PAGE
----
Easter III – April 19, 2015
“Of Loss, Singing, Resurrection, and Love”
A sermon preached by Karen Barrows at St. Paul’s Episcopal Church, Port Townsend, WA
I greet you, my fellow saints, with great love and respect.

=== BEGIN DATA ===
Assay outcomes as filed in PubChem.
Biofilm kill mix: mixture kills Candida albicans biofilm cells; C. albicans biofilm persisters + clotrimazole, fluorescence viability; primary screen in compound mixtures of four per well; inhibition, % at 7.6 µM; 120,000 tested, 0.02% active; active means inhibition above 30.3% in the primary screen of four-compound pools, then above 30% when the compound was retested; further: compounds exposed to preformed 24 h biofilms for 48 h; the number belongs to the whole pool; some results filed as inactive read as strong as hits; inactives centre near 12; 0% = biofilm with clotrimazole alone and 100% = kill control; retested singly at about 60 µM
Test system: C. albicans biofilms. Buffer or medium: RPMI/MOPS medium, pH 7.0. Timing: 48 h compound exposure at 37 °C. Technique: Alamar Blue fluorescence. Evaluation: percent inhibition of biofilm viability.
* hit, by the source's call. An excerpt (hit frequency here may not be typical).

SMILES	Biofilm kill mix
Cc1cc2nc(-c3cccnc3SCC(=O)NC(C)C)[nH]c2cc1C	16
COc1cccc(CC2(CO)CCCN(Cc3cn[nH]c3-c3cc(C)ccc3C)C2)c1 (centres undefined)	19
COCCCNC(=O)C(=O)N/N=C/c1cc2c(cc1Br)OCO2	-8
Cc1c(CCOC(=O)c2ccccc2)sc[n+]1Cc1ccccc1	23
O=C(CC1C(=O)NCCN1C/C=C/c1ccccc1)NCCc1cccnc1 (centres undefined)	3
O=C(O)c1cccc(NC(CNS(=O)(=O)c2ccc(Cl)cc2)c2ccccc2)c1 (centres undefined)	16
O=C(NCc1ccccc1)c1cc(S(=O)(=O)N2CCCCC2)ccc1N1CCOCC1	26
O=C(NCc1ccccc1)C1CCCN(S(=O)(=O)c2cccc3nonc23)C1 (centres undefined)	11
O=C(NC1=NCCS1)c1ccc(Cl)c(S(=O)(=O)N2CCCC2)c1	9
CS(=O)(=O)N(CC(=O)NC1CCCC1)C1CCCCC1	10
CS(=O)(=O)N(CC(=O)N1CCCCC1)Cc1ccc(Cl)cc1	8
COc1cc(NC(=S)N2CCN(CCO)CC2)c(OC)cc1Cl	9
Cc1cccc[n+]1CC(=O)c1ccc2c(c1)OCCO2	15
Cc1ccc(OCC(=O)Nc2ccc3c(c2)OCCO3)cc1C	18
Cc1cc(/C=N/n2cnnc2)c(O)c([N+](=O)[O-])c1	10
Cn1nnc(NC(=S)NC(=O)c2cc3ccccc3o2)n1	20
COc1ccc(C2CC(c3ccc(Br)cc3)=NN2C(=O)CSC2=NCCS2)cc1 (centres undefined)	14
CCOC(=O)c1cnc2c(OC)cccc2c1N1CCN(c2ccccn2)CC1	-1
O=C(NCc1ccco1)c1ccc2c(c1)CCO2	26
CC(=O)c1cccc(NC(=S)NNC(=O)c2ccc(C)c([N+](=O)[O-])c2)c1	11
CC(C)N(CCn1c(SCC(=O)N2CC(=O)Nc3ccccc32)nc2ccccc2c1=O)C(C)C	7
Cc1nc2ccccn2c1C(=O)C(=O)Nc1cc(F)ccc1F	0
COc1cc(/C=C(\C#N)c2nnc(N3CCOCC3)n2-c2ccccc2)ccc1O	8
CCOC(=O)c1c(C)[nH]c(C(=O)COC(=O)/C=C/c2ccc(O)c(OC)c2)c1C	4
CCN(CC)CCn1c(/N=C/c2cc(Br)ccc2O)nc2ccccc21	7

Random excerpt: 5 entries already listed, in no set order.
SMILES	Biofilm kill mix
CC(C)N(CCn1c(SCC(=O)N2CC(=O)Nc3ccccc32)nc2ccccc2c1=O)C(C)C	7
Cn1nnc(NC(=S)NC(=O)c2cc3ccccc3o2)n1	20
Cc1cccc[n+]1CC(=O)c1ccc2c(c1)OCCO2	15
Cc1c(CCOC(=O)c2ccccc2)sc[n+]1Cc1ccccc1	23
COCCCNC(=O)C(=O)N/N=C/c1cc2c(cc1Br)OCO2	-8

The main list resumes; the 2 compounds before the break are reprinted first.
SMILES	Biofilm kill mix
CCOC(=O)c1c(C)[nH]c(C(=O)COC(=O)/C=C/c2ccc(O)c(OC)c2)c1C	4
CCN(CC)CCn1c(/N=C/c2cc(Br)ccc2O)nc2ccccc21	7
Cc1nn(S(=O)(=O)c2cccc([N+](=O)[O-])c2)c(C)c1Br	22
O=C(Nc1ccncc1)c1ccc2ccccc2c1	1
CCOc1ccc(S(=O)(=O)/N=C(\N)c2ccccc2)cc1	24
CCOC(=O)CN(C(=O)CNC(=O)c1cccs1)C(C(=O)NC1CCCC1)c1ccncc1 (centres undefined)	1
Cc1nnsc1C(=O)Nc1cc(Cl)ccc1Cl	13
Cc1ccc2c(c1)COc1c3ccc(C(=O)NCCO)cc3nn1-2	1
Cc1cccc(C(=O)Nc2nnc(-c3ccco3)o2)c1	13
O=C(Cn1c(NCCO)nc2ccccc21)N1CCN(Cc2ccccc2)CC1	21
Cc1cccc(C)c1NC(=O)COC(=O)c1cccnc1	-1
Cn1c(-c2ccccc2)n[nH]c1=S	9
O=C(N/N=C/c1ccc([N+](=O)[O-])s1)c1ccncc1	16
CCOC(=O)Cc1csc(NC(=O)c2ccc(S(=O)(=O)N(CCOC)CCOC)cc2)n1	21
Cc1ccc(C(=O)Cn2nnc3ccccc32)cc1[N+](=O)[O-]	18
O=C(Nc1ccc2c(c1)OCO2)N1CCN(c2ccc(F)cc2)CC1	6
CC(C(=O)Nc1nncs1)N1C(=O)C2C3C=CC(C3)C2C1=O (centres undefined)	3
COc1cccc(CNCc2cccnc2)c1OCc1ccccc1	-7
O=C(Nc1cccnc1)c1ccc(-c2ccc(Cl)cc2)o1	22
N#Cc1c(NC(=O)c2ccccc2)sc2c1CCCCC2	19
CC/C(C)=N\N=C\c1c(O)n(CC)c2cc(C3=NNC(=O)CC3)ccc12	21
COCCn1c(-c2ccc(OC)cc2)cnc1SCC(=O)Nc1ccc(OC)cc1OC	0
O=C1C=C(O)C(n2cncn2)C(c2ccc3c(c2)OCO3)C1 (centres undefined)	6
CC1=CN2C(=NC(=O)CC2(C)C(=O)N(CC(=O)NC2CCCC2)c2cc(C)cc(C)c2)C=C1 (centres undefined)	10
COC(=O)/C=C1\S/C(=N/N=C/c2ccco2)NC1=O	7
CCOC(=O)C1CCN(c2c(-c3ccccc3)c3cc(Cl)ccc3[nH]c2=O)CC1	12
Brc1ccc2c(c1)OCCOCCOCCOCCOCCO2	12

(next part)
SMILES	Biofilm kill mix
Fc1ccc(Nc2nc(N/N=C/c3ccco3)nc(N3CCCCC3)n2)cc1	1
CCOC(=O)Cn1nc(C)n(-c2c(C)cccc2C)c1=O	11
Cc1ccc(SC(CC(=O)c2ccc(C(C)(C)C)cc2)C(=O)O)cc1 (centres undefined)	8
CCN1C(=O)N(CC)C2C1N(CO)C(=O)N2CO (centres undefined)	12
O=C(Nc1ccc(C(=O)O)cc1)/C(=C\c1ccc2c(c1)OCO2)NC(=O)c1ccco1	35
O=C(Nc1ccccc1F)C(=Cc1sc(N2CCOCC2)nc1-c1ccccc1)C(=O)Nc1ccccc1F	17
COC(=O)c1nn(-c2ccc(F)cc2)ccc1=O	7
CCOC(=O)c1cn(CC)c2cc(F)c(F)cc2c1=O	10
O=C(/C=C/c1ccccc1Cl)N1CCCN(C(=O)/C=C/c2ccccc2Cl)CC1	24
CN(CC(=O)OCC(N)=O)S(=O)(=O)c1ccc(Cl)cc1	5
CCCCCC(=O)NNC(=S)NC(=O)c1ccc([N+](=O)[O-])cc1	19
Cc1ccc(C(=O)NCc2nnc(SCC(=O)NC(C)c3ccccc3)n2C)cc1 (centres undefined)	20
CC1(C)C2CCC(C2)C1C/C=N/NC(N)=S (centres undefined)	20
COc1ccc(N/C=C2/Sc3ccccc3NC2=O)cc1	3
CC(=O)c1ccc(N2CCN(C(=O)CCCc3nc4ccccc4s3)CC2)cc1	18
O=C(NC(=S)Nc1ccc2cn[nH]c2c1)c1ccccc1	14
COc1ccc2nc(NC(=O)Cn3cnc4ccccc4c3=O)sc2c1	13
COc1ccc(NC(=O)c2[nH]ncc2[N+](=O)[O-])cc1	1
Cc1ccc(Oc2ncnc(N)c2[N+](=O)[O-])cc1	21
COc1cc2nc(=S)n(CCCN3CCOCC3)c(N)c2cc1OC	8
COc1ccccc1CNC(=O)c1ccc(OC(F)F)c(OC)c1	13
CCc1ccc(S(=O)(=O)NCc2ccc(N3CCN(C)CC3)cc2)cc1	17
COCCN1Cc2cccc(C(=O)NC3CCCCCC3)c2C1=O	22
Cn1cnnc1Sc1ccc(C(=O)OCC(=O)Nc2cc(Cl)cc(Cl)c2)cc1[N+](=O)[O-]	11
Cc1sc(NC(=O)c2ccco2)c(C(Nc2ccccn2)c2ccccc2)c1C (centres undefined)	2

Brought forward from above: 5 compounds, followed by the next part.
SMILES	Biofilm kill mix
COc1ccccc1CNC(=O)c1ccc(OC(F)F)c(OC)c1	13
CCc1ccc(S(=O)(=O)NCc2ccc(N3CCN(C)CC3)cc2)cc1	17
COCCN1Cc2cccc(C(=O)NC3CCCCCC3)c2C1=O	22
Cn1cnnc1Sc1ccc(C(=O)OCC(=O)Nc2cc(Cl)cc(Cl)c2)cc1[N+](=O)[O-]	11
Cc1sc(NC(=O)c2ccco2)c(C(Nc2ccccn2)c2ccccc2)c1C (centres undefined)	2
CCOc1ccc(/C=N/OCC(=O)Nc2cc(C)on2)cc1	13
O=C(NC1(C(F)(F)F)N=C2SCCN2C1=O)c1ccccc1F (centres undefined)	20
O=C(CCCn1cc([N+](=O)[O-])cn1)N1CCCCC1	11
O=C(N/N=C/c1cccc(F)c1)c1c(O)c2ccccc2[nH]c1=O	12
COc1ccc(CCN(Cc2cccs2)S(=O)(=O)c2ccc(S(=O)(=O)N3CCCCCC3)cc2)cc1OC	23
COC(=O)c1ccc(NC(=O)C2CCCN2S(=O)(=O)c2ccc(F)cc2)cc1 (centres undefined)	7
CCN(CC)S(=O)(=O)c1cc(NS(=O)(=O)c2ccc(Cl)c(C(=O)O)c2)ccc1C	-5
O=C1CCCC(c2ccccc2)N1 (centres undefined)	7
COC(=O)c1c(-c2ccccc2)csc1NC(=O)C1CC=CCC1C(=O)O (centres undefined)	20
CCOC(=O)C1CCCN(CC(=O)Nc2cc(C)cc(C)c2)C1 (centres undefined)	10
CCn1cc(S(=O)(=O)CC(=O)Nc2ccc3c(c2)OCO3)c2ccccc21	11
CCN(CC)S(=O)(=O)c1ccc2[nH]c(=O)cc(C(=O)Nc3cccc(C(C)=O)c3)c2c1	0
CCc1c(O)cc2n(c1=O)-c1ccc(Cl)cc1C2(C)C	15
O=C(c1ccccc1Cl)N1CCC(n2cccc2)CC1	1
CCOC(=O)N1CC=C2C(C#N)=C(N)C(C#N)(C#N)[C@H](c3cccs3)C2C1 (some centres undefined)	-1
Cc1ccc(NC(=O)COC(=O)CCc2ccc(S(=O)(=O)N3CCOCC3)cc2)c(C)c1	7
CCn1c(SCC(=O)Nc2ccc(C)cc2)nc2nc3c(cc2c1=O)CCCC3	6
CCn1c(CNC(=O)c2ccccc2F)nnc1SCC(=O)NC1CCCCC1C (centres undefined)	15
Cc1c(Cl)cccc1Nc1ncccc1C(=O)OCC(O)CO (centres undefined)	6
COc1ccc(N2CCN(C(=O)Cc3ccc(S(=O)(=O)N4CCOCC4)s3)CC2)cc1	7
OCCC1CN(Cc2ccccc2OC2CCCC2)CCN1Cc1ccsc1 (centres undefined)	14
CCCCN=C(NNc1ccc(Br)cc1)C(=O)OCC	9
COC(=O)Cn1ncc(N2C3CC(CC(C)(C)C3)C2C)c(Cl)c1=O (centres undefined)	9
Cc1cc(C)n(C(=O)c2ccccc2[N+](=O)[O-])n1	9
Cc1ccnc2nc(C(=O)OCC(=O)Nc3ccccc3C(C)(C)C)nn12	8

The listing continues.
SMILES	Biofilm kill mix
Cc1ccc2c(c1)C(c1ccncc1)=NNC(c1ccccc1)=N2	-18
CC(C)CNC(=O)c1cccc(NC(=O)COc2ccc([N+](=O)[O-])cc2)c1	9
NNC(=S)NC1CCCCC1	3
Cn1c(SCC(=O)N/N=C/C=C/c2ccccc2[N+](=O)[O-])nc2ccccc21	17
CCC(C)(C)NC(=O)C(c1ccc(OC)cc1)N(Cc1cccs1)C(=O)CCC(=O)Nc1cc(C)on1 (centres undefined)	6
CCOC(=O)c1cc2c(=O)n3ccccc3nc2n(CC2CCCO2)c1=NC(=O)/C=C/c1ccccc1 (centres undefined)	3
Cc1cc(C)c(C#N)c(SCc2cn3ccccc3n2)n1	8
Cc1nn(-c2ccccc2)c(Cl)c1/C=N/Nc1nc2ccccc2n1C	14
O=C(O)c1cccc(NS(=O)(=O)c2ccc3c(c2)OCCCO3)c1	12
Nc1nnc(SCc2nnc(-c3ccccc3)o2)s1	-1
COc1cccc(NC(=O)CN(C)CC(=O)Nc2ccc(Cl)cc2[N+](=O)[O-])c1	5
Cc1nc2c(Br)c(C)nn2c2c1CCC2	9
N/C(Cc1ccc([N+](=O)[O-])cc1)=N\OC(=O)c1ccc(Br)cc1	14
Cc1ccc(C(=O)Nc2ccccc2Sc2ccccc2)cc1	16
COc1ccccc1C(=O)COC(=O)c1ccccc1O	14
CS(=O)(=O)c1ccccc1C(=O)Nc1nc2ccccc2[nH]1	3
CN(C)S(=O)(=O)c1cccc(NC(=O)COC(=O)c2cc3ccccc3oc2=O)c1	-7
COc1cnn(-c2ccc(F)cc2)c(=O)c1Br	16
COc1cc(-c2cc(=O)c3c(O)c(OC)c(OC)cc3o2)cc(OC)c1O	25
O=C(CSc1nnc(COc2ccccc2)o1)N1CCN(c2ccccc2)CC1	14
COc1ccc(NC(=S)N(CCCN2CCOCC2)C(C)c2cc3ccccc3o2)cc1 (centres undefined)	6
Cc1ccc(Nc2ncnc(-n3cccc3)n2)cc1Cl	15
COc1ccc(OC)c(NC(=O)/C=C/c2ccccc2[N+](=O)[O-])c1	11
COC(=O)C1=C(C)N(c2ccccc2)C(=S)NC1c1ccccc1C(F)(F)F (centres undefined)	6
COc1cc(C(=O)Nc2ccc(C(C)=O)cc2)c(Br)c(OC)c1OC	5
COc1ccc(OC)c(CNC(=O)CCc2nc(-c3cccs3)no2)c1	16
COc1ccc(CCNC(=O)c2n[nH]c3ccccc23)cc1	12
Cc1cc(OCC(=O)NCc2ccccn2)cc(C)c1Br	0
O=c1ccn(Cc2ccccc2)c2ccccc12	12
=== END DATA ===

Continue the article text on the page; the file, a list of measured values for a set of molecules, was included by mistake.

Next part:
I’d like to open this beautiful morning with a non-human, local voice, a melancholy wail I heard while getting into my car to come to the Good Friday service two weeks and three days ago. (Common Loon call) With the loon’s wild call in my heart, I was on my way here to worship with you on the saddest day in the Christian calendar. I must admit to you that, on this second Sunday of Easter, and even though I’m what they call a “cradle Episcopalian,” secretly, deep down, my heart is always a little heavy with the pain and shock of Good Friday, even after the Easter hymns and alleluias. The reason for that is my profound grief over the never-ending succession of Good Friday crucifixions, particularly with respect to the crises in the natural world, and my bewilderment about how to continue trusting God in the midst of so much loss, pain and death. I still miss the great cedars that used to stand, until about 8 years ago, near the intersection of Rhody Drive and Irondale Road. They were cut for no reason I can see, undoubtedly sold for cash….but while they stood they gave me great succor and peace, and I wept bitterly when they were destroyed. Quite honestly, I’m sad and shocked so often, about ongoing loss, about betrayal and sorrow, that I’m suspicious about the facts of Christ’s resurrection, and, like the disciple Thomas, I want proof that it actually happened. It would give me great comfort to know that it was real. I also want proof that it can still happen, that the great human/Earth story will end in resurrection, and not with the Good Friday experience.